Columbia, South Carolina — State auditors faulted the South Carolina Commerce Department for setting up a nonprofit organization with the South Carolina Coastal Conservation League to disperse $5 million to offset the destruction of wetlands at what is now Boeing's manufacturing site near Charleston.
The Legislative Audit Council said Commerce didn't provide enough oversight for the nonprofit's complex dealings and advised the agency not to take similar action in the future.
"We could not determine the benefit of creating a nonprofit entity to accomplish this particular purpose," the Council said.
In its report, auditors said that only $743,000 was needed to buy or preserve property to meet federal requirements to offset the loss of wetlands caused by building the plant. Yet, auditors found, the nonprofit set up by Commerce and the League actually spent $5.3 million.
The $5 million was part of an incentive package drawn up by the Commerce Department in 2004 to attract Vought Aircraft Industries to South Carolina.
Boeing later purchased the property, and the site is home to Boeing's manufacturing plant for its 787 Dreamliners in North Charleston. About 6,000 people are employed at the complex.
Auditors said the nonprofit entity — the Ashley-Cooper Rivers Environmental Trust — ended up making purchases that were not wetlands, that were outside the target watershed, that were a substantial distance from the Vought site and that were protected with less-stringent easements.
In essence, the auditors said, the trust's purchases "were inconsistent with (Army Corps of Engineers) standards for wetlands mitigation and the purpose for which the trust was created."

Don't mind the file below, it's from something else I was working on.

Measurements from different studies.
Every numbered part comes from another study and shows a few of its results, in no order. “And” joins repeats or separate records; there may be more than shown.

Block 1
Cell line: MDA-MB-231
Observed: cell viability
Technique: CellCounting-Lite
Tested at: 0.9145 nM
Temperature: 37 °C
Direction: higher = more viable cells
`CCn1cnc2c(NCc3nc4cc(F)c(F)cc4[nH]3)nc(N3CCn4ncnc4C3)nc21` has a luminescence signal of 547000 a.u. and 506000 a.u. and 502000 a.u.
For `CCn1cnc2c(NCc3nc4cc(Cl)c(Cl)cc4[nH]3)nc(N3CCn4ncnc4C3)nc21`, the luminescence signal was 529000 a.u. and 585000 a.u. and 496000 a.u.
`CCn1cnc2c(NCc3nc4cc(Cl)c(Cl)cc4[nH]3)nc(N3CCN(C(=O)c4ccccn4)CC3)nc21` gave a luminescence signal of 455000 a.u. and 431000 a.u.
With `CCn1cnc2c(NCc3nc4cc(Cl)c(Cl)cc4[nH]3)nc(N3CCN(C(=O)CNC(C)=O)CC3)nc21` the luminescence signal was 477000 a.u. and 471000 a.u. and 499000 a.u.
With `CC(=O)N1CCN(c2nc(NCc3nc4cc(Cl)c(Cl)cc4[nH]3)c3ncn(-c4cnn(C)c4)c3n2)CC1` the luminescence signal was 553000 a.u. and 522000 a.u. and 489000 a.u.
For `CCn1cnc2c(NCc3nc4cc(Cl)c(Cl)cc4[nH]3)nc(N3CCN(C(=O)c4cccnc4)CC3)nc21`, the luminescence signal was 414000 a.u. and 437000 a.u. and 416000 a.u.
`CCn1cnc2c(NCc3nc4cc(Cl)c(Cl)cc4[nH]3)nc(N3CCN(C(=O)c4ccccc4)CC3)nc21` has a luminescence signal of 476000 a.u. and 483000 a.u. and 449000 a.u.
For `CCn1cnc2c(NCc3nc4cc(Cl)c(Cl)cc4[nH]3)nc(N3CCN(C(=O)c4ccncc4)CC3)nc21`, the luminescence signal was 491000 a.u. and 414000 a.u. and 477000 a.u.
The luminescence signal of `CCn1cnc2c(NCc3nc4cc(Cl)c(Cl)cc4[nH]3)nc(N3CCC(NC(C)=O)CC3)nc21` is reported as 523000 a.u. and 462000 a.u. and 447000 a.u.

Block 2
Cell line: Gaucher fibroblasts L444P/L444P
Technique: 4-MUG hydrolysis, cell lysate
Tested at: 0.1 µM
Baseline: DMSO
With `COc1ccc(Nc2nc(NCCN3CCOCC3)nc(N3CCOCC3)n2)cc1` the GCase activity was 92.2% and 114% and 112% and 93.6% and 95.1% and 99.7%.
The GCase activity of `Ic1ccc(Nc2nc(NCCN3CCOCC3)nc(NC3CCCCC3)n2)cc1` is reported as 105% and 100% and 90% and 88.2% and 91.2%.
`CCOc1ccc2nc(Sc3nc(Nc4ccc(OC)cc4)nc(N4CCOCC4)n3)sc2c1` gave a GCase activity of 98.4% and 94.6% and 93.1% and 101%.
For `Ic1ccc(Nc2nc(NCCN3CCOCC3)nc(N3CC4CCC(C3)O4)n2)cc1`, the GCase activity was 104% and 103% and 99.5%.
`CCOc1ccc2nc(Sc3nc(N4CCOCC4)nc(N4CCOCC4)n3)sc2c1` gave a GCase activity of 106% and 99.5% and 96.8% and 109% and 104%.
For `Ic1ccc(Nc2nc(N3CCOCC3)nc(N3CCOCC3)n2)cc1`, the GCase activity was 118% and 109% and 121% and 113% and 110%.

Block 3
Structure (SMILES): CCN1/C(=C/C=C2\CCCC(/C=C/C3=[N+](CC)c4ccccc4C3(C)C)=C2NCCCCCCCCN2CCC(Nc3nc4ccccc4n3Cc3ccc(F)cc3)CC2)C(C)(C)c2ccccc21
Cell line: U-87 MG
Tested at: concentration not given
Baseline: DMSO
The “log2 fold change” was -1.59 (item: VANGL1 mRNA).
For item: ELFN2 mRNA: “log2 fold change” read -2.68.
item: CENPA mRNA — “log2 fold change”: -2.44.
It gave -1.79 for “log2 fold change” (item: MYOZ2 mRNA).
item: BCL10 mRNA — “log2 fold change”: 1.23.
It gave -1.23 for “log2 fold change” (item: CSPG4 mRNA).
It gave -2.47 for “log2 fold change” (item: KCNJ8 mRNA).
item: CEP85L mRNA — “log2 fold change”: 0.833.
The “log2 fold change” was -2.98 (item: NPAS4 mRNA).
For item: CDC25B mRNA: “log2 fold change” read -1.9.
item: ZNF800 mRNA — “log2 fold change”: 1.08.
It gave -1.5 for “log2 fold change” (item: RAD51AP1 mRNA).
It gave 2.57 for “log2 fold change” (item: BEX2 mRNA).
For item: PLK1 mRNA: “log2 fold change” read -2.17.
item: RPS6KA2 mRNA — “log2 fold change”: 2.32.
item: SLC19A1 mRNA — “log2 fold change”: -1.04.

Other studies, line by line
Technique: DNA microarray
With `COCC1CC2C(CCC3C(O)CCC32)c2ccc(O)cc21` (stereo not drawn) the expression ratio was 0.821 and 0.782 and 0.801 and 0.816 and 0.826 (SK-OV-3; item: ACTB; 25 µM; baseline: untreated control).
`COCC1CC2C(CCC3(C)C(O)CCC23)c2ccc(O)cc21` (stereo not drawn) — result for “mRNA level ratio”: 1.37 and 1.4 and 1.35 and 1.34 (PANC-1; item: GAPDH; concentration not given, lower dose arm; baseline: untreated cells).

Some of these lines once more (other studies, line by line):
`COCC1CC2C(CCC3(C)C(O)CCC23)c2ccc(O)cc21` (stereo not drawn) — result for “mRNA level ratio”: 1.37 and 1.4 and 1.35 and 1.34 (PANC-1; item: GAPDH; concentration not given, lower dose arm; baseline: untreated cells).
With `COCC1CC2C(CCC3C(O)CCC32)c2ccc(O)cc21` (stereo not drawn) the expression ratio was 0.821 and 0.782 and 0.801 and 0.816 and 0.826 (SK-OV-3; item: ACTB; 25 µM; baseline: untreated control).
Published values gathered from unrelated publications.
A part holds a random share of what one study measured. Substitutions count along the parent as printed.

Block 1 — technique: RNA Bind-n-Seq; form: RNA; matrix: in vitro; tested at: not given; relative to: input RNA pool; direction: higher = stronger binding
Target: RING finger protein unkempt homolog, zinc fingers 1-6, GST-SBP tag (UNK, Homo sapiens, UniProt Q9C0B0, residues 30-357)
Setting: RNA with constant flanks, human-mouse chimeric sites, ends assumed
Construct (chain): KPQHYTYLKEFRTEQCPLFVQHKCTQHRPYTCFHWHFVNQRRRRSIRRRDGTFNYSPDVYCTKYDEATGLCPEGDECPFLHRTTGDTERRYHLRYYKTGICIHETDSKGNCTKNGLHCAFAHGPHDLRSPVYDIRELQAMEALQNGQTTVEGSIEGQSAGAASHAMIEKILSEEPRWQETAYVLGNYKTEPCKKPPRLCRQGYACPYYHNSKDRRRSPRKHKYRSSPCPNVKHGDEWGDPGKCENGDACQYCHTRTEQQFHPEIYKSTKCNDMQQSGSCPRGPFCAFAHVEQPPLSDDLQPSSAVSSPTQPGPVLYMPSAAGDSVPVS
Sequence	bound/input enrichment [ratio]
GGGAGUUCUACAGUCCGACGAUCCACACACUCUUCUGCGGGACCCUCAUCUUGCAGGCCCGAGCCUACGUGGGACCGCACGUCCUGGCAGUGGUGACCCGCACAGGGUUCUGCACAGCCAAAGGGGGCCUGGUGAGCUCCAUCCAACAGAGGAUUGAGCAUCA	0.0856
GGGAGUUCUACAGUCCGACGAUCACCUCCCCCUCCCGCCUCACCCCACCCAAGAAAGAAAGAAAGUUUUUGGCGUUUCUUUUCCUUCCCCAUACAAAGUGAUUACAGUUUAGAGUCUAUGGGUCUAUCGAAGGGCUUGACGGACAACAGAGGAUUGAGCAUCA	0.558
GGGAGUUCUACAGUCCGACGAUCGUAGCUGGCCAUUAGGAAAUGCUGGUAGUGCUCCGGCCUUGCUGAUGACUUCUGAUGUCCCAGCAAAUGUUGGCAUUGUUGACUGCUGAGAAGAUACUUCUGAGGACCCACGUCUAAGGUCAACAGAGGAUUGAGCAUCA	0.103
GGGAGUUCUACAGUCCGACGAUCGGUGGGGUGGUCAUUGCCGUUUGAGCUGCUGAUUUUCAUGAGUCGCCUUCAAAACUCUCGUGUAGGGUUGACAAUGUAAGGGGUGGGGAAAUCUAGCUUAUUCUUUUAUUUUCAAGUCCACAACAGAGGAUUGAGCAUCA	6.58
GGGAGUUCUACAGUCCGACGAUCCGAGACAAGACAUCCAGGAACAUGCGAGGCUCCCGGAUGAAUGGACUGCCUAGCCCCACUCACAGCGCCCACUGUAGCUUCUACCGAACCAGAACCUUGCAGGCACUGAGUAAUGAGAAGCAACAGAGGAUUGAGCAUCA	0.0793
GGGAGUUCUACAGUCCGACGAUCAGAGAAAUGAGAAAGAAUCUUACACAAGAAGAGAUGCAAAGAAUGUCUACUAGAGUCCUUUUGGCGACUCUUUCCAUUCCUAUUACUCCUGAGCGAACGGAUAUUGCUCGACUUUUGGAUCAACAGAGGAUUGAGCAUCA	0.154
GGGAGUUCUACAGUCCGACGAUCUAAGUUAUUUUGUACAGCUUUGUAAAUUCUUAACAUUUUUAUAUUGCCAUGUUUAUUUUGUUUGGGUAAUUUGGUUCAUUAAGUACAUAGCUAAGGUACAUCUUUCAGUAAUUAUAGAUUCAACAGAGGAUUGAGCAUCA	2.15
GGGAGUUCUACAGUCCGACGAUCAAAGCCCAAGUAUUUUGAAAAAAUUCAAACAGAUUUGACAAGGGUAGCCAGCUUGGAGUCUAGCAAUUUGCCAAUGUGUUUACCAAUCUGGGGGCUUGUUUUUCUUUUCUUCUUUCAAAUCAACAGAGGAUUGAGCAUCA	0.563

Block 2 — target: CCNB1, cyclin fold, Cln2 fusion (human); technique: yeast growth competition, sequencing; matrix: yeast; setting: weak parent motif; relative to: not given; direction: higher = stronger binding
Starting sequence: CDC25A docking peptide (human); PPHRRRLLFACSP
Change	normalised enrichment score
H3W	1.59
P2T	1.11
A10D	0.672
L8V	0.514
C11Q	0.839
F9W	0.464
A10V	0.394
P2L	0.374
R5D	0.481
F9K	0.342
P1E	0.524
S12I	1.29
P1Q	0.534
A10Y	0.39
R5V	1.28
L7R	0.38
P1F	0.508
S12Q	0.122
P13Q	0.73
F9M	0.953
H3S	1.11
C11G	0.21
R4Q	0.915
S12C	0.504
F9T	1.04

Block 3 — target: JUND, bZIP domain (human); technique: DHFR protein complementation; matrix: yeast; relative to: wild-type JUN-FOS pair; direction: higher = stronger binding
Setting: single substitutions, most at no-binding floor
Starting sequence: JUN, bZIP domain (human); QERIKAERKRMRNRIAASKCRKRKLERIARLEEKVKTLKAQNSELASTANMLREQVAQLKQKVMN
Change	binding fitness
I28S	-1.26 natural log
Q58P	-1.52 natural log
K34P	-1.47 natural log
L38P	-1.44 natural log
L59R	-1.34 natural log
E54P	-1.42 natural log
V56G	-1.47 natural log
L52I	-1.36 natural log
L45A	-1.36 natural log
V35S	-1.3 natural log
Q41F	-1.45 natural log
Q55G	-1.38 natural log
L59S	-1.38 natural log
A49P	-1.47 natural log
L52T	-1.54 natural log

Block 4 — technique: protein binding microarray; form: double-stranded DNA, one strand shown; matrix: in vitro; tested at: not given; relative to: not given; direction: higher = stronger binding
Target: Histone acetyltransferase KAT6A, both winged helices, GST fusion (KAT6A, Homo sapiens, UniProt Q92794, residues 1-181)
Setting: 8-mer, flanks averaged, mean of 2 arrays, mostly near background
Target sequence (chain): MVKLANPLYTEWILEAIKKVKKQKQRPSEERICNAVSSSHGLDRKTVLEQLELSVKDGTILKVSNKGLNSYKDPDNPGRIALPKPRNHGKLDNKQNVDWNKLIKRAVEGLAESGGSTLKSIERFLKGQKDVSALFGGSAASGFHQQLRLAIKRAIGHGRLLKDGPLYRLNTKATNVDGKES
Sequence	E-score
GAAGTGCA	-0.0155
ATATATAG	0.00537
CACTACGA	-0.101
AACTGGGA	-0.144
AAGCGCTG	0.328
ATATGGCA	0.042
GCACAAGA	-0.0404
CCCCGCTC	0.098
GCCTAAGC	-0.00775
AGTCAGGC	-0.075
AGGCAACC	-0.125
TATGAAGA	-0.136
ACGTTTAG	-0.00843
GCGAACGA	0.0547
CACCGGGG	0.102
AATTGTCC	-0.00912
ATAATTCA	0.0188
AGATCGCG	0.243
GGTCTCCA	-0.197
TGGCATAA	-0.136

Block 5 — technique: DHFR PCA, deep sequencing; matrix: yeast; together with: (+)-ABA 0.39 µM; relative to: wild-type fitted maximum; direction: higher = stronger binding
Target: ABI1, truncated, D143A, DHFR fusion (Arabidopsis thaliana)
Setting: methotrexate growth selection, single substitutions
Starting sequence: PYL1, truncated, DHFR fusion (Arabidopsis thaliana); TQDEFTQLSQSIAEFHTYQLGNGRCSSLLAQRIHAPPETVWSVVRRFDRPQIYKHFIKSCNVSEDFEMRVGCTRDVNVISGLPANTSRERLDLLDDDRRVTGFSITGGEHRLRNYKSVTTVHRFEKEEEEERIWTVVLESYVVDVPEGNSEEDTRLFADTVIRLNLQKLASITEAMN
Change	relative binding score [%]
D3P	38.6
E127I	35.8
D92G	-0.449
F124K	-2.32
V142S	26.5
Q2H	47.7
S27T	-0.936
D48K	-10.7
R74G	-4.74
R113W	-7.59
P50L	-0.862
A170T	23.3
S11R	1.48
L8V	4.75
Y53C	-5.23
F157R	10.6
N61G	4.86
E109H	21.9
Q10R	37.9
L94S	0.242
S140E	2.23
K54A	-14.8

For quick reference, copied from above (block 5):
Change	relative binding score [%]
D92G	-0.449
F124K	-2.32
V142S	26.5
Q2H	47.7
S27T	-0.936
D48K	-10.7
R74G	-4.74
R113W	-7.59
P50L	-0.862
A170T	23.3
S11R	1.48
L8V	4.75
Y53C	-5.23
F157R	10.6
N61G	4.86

The trust was expected to use its funds within three years but took six years to spend the money, the audit said.
The $5 million for wetlands mitigation was part of a larger general obligation economic development bond approved for up to $160 million as part of the package to entice Vought to the site.
The report said that besides wetlands mitigation, the bond "funded a manufacturing facility, road improvements, airport improvements, site preparation and a multipurpose center."
Members of the General Assembly asked the council to conduct the review.
Commerce Department Secretary Bobby Hitt said in a statement included in the report that "in hindsight, a decade later, perhaps Commerce staff should have or could have done more to oversee the process. ..."
Hitt said Commerce staff "believed at the time that the necessary controls were in place" and added that the Trust's purchases were approved by the Corps of Engineers.
The secretary said he believed the formation of the Ashley-Cooper Rivers Environmental Trust "was an innovative way to implement Commerce's commitment to mitigate the Vought/Boeing site and obtain buy in from environmental stakeholders to support the impacts associated with a significant economic development project."
Commerce has no plans to create such an entity in the future, he added.